Tuesday, August 17, 2010
San Diego public school students posted big gains on state standardized test scores last year but there remains a persistent achievement gap affecting black students. Educators say despite a better understanding of the disparity, things remain the same.
SAN DIEGO San Diego public school students posted big gains on state standardized test scores last year but there remains a persistent achievement gap affecting black students. Despite a better understanding of the disparity, things remain the same.
The latest test scores show African American students continue to significantly lag behind their white counterparts. For example, 44 percent of black students met or exceeded state standards in English last year. Compare that with almost 80 percent of white students who satisfy English standards.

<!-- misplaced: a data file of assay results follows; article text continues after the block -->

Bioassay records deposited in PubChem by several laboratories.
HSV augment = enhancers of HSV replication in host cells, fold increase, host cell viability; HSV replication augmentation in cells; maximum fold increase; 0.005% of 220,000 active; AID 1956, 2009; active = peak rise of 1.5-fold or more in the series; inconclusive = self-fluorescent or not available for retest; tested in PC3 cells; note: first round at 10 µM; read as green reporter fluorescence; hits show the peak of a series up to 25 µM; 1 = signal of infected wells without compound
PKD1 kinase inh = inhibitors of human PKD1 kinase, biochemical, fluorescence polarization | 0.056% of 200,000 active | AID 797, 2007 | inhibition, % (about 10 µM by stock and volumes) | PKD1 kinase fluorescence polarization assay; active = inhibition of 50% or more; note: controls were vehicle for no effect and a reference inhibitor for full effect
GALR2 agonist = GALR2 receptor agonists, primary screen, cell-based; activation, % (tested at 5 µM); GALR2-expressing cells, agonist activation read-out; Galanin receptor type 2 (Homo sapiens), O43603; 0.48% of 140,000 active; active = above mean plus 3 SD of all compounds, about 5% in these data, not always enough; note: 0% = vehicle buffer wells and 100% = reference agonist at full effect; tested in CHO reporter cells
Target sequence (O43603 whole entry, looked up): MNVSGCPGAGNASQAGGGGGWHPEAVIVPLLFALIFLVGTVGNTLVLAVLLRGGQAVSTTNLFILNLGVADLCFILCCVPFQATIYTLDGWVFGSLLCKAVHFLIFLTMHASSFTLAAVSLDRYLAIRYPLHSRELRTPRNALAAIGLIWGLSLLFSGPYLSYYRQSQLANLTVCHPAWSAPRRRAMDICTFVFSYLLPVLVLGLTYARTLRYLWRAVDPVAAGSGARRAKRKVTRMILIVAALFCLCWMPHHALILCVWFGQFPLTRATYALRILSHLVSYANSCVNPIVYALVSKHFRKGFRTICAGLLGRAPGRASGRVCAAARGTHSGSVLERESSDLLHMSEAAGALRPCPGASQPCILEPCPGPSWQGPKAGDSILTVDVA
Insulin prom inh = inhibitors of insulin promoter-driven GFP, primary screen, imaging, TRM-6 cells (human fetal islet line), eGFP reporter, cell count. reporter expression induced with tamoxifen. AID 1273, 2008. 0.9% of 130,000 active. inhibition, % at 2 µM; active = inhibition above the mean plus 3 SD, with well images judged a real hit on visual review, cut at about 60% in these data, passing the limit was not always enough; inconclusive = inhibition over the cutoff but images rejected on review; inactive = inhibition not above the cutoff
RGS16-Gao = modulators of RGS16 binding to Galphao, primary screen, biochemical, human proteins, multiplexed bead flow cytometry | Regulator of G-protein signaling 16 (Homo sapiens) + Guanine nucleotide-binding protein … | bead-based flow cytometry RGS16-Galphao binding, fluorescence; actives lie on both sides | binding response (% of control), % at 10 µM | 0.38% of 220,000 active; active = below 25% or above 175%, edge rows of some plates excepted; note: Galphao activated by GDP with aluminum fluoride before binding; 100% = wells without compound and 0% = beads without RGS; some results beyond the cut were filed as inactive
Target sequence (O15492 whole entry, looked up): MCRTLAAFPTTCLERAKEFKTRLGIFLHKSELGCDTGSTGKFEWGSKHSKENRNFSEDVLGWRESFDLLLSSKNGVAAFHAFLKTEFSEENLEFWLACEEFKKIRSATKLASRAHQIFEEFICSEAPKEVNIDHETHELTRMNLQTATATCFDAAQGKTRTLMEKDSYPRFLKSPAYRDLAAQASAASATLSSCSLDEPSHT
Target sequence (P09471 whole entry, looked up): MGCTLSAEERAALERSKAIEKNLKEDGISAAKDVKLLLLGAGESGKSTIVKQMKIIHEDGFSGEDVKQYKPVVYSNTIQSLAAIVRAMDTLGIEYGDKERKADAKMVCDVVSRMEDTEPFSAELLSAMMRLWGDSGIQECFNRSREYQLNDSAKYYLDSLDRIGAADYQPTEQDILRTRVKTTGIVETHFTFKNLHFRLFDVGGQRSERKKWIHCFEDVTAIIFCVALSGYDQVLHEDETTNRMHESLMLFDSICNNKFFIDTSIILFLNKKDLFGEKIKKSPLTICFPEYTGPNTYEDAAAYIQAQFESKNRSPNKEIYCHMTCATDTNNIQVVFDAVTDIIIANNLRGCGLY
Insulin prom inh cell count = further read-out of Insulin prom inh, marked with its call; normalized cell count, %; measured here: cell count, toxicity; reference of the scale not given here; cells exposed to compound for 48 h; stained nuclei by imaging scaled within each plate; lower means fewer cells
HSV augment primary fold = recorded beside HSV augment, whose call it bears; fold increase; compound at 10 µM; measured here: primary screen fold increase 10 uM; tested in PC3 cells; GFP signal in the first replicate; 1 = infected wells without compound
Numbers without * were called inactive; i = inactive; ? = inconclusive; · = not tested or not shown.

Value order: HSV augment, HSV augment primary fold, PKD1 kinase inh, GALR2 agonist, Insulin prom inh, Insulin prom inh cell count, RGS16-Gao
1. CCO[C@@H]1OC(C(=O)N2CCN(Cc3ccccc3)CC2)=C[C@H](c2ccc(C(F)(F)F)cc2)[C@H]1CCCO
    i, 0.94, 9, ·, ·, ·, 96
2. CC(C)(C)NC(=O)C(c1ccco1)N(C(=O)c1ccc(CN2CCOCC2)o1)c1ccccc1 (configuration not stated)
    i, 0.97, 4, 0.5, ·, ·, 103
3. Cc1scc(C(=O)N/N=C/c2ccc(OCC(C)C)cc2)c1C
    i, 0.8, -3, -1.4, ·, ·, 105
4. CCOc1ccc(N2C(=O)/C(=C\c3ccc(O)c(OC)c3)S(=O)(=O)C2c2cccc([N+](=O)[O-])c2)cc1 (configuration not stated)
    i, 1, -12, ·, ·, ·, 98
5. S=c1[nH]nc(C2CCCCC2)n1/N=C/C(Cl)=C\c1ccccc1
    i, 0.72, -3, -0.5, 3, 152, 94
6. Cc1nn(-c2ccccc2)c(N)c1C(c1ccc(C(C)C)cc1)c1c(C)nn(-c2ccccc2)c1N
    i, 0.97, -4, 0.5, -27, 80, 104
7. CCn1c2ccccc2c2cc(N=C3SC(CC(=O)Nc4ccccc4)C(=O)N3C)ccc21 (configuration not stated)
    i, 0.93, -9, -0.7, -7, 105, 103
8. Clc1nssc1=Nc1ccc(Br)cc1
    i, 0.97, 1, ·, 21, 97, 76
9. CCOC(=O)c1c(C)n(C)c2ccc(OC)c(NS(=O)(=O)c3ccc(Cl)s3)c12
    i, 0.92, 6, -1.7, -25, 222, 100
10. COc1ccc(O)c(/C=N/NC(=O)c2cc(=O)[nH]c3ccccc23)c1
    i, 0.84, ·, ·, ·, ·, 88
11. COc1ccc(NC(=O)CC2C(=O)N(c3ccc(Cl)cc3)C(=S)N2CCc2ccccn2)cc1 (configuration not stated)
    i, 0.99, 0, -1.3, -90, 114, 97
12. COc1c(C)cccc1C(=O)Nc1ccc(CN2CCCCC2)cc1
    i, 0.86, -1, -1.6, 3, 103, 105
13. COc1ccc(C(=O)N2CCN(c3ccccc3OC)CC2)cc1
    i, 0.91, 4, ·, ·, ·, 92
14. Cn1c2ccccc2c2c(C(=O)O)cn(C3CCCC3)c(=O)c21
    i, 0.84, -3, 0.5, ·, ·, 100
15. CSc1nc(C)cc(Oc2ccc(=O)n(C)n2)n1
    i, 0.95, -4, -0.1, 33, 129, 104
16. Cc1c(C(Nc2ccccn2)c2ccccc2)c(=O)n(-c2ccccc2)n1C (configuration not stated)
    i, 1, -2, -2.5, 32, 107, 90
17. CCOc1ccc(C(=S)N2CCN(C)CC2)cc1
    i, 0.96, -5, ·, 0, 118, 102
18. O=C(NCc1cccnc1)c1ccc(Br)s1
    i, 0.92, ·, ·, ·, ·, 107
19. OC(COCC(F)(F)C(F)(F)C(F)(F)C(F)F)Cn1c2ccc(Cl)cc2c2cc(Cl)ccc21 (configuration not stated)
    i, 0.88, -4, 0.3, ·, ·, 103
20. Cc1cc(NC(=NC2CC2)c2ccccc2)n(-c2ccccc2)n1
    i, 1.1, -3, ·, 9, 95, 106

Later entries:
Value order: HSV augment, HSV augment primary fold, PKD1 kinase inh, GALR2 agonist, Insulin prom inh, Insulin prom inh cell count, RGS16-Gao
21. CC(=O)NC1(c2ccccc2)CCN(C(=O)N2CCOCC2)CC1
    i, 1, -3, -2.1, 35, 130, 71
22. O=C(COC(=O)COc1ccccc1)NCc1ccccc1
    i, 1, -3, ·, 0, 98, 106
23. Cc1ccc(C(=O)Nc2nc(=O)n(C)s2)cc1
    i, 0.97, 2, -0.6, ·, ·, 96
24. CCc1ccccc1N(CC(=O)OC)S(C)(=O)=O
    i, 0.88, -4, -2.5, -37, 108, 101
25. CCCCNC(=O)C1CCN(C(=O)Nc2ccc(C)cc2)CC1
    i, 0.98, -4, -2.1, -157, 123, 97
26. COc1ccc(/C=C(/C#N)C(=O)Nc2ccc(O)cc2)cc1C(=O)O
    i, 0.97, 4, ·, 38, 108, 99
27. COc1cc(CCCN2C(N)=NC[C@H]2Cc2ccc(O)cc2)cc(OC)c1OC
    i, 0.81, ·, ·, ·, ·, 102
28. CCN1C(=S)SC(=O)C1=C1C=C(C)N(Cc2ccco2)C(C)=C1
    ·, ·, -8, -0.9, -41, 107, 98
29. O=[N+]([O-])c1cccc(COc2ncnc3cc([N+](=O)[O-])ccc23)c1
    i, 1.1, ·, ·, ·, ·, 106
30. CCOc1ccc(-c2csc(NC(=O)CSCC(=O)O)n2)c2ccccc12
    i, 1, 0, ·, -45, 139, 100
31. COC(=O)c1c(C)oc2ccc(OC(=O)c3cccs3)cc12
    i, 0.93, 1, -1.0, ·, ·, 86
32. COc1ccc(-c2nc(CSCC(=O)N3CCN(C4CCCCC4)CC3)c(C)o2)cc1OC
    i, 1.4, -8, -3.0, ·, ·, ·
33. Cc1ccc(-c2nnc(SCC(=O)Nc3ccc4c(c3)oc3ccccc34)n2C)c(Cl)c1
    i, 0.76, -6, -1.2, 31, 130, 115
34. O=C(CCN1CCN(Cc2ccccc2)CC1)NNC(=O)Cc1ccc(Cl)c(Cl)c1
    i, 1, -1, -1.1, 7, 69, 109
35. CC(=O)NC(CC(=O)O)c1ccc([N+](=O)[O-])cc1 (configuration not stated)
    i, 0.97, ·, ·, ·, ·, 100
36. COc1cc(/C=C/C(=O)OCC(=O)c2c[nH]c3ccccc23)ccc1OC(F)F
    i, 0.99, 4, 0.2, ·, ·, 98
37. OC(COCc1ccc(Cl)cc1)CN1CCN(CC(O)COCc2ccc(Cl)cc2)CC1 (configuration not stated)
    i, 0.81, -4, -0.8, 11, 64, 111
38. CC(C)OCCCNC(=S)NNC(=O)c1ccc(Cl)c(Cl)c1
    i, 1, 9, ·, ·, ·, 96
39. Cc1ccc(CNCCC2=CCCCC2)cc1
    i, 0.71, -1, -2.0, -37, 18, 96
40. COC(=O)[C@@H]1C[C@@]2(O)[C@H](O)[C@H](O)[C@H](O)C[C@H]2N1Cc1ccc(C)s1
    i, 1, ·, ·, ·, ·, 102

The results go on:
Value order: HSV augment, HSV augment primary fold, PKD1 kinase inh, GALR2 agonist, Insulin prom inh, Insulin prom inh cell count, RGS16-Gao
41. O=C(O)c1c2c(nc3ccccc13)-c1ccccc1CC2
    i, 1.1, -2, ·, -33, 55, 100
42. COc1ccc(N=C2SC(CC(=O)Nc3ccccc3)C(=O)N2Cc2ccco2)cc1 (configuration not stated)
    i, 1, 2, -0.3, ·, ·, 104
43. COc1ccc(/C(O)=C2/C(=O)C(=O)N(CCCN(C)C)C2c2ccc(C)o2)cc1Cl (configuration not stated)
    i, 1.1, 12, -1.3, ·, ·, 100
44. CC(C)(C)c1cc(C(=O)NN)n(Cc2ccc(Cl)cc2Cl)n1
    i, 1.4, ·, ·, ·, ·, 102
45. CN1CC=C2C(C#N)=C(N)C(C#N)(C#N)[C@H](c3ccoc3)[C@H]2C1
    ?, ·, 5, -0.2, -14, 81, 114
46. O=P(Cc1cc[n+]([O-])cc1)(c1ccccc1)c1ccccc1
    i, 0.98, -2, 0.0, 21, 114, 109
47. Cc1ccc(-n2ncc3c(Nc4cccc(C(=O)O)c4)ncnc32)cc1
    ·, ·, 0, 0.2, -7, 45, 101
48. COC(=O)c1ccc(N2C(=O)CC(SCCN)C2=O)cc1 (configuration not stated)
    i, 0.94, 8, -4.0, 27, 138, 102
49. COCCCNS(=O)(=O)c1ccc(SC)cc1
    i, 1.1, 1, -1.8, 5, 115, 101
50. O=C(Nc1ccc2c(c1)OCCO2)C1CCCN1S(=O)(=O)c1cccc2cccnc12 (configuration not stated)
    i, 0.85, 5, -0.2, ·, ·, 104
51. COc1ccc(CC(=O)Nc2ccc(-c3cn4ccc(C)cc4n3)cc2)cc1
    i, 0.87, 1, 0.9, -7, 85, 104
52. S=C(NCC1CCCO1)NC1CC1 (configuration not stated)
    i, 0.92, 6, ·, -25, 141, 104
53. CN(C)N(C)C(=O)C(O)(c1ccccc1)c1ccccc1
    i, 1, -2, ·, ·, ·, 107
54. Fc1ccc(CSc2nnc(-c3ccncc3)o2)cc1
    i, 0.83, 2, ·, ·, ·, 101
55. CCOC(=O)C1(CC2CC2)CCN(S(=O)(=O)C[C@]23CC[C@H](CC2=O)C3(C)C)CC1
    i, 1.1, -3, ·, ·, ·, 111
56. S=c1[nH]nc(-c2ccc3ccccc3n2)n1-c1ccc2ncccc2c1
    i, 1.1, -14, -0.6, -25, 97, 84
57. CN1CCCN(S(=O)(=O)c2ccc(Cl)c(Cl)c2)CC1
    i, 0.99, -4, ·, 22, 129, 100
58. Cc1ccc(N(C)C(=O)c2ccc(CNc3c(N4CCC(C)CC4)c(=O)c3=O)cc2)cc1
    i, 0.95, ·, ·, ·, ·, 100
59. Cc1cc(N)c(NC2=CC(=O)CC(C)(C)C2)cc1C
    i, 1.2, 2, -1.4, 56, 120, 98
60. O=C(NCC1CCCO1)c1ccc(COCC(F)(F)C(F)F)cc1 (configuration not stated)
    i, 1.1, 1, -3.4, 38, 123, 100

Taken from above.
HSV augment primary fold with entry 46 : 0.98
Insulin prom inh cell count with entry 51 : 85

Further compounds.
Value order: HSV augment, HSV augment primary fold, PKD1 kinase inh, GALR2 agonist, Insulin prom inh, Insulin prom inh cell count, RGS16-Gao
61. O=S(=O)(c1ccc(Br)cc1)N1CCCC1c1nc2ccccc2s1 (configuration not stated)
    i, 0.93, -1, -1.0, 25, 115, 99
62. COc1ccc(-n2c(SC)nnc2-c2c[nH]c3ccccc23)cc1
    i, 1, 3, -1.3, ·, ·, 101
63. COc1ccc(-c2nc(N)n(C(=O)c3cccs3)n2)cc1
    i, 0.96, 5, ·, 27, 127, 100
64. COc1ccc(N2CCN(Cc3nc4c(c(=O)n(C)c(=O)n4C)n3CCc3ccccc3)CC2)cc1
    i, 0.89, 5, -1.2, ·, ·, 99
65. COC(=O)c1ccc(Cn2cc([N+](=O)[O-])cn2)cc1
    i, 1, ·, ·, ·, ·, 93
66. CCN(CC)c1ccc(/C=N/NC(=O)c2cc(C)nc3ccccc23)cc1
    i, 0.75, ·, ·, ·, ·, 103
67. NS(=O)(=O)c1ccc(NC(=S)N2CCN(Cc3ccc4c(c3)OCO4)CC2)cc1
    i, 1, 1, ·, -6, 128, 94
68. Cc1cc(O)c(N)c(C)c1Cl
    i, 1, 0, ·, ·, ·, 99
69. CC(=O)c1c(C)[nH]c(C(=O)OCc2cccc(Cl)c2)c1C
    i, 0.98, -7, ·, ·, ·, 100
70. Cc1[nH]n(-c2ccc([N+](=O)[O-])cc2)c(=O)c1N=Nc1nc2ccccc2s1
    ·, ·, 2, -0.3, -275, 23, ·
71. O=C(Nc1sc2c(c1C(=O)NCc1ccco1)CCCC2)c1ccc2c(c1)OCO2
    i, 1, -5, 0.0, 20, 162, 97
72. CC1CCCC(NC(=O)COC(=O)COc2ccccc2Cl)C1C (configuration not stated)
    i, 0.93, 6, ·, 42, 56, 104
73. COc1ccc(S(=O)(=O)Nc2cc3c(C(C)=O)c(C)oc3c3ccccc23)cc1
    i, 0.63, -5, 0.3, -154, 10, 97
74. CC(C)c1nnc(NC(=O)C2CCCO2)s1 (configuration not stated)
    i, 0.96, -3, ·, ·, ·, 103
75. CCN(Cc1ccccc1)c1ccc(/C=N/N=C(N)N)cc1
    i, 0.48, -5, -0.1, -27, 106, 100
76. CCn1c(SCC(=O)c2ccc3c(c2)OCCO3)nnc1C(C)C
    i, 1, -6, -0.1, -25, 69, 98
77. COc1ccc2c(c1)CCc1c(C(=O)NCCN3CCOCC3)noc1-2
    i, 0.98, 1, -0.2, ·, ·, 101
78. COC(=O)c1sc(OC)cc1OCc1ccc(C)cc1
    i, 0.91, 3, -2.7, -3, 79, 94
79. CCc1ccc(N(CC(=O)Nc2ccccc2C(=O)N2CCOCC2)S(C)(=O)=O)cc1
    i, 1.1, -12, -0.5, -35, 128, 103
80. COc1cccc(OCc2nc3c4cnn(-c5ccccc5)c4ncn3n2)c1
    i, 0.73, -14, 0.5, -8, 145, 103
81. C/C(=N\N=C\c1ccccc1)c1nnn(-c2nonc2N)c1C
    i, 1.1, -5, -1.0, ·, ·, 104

The district's Nellie Meyers says San Diego's new schools chief is now calling on the African American Educators Association to help craft tailored reforms.
“He is enlisting some of the collective work they have done to create some real structured, solid ideas that will help us close that achievement gap,” Meyers said.
San Diego Unified also has a $50,000 grant for a program called Project Ujima in southeastern San Diego.
African American parents get educated on everything from the importance of college to state standardized testing.
Beatrice Fernandez is the head of parent engagement in San Diego Unified. She says the district hasn't done a good enough job of reaching out to black families in a positive way.
“Parents decide to partner with school depending on how welcome they feel at the school,” Fernandez said. “If you're only getting negative messages from the school, that will create a sense of distrust from families.”
A few years ago State Schools Superintendent Jack O'Connell brought attention to the achievement gap in the state by dubbing it as a "racial" achievement gap. He blamed some educators for not setting high expectations for students of all color.